Since Jeon’s death, the expat community has set up a group to encourage blood donations in Korea. The group called Blood Connections, and has been established by Marie Frenette, a Canadian who lives in Seoul. “I realized I shouldn’t just be happy that I could help this boy, I should be scared. If I walked out on the street and got hit by a car I could be in real danger (because of my blood type),” she said. “I don’t think anyone has thought okay these one million foreigners are here, what services might they need which we don’t have in Korea (source). Jeon’s father has been a liaison between the group and the Korean Red Cross.

That scares me too. With a rare blood type here in Korea…the risks are a bit greater for me.

Documents & Links in English: 

Donation interview in Korea

Korean Red Cross –  (02) 3705-3668 or at

Direct phone number is 02) 3705-8492.

It’s such an easy way to help out if you qualify and aren’t afraid of needles. Donate blood if you can, so many people may need your specific blood type.


Psy’s New Vid is a Smart Move

Psy Gentleman Single

For many who don’t understand Korean, or Korean culture, Psy’s fame seems like a fluke in the overall madness of Youtube stardom. I loved the Gangnam song because of the obvious catchiness, as well as the actual message behind the song. Again, he was clever enough to mock the glitzy lifestyle of those living in the Gangnam district – the Beverly Hills of South Korea. But most of the world didn’t care and ‘Gangnam Style’ was just known as the crazy horse dance.

Psy’s Gentleman M/V

Well that was Stupid..

So I listened to the song first, and I was like…”whaa??”.  Not impressed, seemed a bit too electronic for me. The lyrics were nothing special, especially if you think about how ‘Gangnam Style’ was filled with satire. They aren’t anything to even think about,

I don’t know if you know why it needs to be smooth
I don’t know if you know why it needs to be sexy
I don’t know if you know darling, hurry and come be crazy
I don’t know if you know, it’s crazy, crazy, hurry up

Well that was Smart…

But soon as I watched the music video, I thought “Genius”. And here is why:

  • He continues to take his fame lightly, which means I think, he understands that his fame was a Youtube glitch. He can’t come off as too serious, or else we would just scoff at him trying to actually be serious about it. (Even though he deserves it, he’s been in the industry for years, and when you watch documentaries on him, you see how serious he is about his music).
  • You can’t go wrong with the “Billy Madison” style humor. So many people appreciate it, and again, it helps with the transition into continuing to be liked world-wide. His music is suppose to be fun. He is serious about entertaining people.
  • He is a genius in all of this (or at least his management team) because he is playing on K-Pop’s feeling and bringing back an oldie but goodie dance. Psy teased about his new dance, “I can’t tell you about the dance but all Koreans know this dance.” [source]. So Ga-In from Brown Eyed Girls made an appearance in the vid and most importantly the new dance is a comeback of the dance in Brown Eyed Girl’s Abracadabra video. It’s simple, everyone can do it and most of all it doesn’t label Psy as being just cheesy.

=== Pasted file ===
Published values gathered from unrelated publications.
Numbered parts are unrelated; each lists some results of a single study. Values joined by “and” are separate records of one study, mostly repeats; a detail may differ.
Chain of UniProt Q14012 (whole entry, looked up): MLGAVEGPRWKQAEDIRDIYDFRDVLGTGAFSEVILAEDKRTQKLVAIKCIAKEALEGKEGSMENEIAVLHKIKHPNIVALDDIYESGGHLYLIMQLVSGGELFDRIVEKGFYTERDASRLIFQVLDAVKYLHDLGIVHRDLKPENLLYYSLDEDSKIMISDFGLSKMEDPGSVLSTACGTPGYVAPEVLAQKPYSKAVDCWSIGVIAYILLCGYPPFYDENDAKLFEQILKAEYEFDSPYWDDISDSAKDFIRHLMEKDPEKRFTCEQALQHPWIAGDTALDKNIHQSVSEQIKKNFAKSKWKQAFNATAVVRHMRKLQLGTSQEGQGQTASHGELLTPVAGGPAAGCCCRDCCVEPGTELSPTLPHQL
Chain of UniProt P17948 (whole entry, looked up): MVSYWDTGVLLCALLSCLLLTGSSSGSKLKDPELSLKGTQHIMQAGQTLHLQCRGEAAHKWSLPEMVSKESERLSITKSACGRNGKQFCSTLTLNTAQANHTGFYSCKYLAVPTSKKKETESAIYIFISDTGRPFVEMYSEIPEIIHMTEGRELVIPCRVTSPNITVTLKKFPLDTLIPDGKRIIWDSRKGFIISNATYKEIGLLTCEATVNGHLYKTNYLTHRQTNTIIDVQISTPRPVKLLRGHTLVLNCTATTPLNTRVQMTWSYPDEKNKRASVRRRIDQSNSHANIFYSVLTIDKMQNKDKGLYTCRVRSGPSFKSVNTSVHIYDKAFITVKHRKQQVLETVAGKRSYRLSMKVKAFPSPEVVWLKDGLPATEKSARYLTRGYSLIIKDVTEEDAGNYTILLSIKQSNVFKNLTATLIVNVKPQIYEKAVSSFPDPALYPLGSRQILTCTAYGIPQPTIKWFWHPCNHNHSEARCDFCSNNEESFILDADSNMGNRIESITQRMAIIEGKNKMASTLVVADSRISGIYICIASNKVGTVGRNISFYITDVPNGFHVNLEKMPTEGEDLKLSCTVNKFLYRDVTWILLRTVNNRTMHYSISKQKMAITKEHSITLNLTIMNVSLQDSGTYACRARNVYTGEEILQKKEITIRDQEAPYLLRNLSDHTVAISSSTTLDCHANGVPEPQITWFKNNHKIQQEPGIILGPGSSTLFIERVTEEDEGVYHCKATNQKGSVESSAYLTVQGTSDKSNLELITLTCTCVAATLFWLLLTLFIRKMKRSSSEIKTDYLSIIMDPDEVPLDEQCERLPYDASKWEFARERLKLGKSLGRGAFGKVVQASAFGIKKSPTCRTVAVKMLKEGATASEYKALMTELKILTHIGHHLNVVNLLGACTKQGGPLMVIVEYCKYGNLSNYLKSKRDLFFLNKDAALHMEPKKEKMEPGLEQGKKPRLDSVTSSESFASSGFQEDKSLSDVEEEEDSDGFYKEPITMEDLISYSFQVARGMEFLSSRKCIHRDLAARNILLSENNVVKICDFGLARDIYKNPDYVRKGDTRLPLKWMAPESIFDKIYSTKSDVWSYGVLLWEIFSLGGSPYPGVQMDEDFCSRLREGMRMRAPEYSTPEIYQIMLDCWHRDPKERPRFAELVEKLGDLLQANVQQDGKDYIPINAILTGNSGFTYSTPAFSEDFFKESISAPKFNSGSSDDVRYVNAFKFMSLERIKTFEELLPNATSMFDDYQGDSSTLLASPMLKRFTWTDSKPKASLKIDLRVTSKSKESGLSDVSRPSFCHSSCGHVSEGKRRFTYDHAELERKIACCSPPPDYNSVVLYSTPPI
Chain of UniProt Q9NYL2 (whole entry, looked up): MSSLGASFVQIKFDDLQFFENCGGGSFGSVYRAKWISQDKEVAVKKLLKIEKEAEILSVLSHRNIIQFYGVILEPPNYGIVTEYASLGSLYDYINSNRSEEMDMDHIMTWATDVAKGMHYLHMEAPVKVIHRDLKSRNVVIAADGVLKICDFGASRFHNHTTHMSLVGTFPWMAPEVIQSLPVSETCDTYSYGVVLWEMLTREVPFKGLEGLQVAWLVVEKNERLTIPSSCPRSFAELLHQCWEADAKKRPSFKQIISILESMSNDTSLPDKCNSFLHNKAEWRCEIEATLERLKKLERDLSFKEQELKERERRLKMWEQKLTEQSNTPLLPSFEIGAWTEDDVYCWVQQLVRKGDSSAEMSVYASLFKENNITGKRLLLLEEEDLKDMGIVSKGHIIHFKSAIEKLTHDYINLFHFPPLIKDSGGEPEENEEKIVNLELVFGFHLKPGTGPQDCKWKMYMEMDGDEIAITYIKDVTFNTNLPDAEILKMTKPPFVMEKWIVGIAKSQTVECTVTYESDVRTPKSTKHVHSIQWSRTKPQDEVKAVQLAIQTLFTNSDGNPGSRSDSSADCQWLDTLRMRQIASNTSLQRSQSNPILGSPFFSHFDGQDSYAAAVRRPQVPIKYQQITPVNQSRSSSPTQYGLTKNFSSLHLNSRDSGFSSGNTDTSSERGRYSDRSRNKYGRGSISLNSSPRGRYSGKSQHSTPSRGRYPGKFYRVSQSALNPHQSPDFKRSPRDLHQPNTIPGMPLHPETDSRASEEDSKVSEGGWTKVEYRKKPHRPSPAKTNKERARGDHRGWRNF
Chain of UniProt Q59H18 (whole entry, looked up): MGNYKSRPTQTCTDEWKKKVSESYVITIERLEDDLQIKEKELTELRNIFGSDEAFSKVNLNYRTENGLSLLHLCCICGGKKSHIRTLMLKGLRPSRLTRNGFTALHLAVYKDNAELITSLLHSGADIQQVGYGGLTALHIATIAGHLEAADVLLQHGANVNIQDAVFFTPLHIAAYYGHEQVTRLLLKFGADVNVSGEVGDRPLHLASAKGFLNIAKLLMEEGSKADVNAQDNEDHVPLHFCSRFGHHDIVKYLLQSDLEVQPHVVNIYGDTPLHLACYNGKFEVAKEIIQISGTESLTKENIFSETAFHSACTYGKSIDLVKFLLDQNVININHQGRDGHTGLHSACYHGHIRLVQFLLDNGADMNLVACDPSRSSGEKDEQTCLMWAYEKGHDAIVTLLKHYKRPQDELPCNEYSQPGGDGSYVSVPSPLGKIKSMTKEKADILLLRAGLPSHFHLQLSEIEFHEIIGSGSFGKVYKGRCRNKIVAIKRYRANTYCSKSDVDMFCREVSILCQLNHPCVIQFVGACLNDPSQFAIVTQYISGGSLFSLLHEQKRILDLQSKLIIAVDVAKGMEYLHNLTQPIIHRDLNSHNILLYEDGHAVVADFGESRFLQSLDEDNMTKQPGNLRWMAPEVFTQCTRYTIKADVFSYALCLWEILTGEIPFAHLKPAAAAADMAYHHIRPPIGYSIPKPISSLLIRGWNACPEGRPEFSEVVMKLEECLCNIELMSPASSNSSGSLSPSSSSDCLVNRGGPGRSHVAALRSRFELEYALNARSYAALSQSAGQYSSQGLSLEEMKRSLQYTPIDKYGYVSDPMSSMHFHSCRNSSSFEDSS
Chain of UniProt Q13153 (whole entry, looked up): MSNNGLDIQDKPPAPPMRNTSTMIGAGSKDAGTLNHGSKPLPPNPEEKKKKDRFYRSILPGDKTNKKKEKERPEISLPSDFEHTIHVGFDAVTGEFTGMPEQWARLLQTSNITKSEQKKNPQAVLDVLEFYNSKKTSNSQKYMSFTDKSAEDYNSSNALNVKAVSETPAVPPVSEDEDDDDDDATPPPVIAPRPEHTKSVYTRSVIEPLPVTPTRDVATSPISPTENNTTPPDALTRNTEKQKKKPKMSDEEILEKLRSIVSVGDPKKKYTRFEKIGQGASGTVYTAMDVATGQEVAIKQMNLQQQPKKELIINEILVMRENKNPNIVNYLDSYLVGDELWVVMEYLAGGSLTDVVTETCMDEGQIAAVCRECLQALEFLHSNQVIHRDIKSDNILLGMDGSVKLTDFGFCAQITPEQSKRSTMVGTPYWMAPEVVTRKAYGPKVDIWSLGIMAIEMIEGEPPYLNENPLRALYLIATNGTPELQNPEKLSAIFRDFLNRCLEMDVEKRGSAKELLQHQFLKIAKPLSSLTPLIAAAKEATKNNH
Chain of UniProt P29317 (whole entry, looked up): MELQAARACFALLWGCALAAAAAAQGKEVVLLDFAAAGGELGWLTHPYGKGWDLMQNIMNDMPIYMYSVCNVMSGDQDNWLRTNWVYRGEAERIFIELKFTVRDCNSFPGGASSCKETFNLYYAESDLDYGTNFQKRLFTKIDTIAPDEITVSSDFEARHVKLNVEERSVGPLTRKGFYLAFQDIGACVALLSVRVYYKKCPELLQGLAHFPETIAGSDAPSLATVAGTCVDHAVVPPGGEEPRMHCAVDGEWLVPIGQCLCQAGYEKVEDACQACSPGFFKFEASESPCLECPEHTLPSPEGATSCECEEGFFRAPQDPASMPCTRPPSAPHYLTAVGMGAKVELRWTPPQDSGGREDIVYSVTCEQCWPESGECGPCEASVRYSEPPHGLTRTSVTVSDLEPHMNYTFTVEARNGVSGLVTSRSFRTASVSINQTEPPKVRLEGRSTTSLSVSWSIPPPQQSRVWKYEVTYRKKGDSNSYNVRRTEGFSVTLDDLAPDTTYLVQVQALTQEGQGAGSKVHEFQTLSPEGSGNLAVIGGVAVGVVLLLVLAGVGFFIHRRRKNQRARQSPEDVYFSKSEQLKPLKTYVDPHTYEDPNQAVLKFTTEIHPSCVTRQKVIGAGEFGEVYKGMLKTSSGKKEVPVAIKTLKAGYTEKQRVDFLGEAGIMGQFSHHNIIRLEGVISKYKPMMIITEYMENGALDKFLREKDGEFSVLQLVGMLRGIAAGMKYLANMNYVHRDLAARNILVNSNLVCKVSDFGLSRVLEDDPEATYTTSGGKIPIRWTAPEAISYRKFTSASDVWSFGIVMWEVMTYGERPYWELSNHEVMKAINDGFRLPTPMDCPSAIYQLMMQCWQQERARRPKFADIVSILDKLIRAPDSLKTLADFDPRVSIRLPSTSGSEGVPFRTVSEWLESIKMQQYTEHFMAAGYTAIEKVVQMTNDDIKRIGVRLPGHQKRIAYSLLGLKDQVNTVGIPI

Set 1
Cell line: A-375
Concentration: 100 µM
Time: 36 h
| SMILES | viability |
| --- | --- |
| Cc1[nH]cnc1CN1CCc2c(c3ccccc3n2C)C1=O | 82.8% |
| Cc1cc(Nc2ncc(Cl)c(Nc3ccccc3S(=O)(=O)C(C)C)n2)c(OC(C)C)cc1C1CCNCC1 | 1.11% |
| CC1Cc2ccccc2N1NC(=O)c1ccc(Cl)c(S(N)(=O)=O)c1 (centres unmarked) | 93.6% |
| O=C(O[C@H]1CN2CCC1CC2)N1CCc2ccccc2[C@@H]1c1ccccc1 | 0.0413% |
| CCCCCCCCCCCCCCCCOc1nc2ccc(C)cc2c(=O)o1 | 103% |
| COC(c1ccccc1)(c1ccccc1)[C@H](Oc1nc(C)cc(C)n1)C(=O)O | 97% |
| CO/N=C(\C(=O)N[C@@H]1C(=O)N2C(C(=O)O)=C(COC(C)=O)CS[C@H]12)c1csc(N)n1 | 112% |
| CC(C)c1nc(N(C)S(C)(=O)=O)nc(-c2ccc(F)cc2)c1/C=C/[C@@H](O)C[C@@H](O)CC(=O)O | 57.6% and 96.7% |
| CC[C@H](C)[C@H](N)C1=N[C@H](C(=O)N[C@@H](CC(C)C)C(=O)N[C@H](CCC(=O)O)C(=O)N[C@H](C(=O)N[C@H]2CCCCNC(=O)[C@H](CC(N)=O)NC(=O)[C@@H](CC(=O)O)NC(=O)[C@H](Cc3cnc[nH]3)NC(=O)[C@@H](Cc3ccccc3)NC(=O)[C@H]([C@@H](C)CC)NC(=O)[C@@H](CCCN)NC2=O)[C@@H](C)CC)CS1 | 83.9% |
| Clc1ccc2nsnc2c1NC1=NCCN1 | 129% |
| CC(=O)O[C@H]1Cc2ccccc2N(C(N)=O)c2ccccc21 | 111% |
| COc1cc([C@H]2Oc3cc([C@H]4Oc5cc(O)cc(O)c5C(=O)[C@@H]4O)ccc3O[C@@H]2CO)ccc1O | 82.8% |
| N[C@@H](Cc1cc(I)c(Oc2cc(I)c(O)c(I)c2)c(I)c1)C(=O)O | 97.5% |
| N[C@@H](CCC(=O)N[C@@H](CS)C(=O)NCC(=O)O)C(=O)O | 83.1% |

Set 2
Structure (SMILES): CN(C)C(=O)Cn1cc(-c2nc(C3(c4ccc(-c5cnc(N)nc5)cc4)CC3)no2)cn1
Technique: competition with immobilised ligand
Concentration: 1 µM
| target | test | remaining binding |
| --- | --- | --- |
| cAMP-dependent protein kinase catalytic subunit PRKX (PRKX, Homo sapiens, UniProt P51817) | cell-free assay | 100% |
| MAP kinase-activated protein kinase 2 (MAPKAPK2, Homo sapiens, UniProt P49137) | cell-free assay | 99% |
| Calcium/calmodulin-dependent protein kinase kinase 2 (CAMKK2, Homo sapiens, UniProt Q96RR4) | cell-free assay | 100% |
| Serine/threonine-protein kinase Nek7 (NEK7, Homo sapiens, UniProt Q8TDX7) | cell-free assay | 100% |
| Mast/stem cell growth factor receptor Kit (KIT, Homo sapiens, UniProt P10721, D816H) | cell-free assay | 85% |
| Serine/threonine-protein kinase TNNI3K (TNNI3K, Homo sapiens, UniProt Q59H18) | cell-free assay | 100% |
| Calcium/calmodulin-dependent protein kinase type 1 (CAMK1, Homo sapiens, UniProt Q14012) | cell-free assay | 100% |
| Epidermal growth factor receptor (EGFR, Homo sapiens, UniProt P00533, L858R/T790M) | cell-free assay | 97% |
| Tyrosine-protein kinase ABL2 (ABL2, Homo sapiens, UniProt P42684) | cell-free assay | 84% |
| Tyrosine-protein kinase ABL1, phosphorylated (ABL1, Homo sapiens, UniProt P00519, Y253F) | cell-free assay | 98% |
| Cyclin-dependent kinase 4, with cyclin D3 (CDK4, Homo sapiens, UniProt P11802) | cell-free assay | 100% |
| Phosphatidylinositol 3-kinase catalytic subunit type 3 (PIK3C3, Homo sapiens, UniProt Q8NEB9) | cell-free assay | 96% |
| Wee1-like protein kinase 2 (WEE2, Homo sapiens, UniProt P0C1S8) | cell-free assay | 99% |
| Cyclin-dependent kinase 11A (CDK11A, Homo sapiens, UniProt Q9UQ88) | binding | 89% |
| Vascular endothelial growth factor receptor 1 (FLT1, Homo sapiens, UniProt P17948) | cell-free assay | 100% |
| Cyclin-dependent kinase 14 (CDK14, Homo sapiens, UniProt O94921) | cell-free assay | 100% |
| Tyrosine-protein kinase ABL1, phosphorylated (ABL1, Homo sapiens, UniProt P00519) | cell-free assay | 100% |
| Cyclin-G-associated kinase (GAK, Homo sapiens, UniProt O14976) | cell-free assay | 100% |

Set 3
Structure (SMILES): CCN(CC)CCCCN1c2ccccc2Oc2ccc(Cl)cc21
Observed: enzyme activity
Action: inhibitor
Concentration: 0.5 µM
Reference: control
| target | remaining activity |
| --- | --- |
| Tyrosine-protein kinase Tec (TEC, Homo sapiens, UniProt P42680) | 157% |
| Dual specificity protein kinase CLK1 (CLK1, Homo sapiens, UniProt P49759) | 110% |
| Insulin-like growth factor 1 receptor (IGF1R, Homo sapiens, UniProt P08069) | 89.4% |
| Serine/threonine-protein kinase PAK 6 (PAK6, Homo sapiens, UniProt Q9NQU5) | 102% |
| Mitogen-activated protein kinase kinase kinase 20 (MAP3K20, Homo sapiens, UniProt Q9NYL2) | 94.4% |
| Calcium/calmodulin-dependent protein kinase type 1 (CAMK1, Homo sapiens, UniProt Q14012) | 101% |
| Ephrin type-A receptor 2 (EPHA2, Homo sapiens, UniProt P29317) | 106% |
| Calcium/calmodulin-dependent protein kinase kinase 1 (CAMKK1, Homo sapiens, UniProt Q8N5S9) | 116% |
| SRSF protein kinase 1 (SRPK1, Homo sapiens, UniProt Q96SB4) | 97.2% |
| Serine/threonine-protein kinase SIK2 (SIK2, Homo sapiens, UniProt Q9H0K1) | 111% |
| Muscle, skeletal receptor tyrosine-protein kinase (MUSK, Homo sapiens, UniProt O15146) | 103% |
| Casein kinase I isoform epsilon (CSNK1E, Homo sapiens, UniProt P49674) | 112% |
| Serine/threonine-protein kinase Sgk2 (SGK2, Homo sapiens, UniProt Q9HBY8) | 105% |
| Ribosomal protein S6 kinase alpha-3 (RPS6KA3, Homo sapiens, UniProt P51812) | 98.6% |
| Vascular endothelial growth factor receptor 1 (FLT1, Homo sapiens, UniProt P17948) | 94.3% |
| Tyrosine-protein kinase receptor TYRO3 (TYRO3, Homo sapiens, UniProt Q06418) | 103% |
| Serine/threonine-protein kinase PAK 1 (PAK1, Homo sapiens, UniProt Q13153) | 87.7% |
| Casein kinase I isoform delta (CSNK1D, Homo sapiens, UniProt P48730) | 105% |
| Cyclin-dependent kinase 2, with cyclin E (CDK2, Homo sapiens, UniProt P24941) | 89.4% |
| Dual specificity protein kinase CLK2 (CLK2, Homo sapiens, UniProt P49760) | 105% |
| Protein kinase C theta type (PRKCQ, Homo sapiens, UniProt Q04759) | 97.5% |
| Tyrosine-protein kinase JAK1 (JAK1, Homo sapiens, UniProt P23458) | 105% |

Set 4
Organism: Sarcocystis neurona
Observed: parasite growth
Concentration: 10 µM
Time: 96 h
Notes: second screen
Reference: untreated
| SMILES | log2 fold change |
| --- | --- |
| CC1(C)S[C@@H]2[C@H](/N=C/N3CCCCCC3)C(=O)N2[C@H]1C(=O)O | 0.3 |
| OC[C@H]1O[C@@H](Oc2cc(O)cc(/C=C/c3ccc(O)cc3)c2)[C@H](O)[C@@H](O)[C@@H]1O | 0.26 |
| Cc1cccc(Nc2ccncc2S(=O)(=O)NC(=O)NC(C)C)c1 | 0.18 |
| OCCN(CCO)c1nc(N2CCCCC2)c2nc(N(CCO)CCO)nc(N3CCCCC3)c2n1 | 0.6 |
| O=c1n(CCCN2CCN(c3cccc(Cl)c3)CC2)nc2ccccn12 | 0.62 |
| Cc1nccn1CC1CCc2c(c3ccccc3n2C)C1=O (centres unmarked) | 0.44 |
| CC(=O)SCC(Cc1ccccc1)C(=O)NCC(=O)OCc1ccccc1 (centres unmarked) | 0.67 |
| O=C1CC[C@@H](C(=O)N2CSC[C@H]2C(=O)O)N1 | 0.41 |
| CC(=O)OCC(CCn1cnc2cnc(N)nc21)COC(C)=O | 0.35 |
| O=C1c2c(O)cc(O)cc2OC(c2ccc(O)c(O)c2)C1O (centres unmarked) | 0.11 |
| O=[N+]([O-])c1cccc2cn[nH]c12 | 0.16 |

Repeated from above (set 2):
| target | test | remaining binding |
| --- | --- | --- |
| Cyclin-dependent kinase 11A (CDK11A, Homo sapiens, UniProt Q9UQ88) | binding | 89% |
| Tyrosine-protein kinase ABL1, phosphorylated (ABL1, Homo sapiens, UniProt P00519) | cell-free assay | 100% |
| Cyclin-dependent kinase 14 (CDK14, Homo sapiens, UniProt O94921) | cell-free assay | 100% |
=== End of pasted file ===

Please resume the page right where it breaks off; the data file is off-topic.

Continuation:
• He is promoting and expanding the knowledge of K-Pop. Hyuna, the girl in ‘Gangnam Style’, is actually a pretty well-known star in her own right. But now, the world knows her as that pretty girl in Psy’s video, and those who are interested enough can actuall find her music and become a fan. (She’s Matt’s favorite actually – check out his favorite vid here which is her duet and then her other song called BubblePop). So in this Psy video, it introduces the world to Brown Eyed Girls. Check it:
Brown Eyed Girls - Abracadabra animated gif

The dance in Psy’s Gentleman vid is a copy of Brown Eyed Girl’s Abracadabra

Living Here During the North Korean Threats

When North Korea Strikes

Initial Reaction

So America and the rest of the world are freaking about Korea. Is South Korea freaking out? Not at all. In these dangerous times, North Korea held a nuclear test on February 12th. At this time, “Innisfree” and “Jessica” ranked as the top search words of Naver instead of the nuclear test or North Korea [source]. One, is a natural makeup company that was having sales that day, and the other is one of the members of Girls Generation, a K-Pop group. The article continues to talk about 20-year-old’s and their lack of awareness or concern for national security.

So as things built up, no one reacted. Not my teachers, students, or friends. This is their lives, my teacher recalled her childhood filled with threats and even events as recent as November 2010, when North Korea shelled a South Korean border island, Yeonpyeong, killing four South Koreans, including two civilians.

My Two Cents on It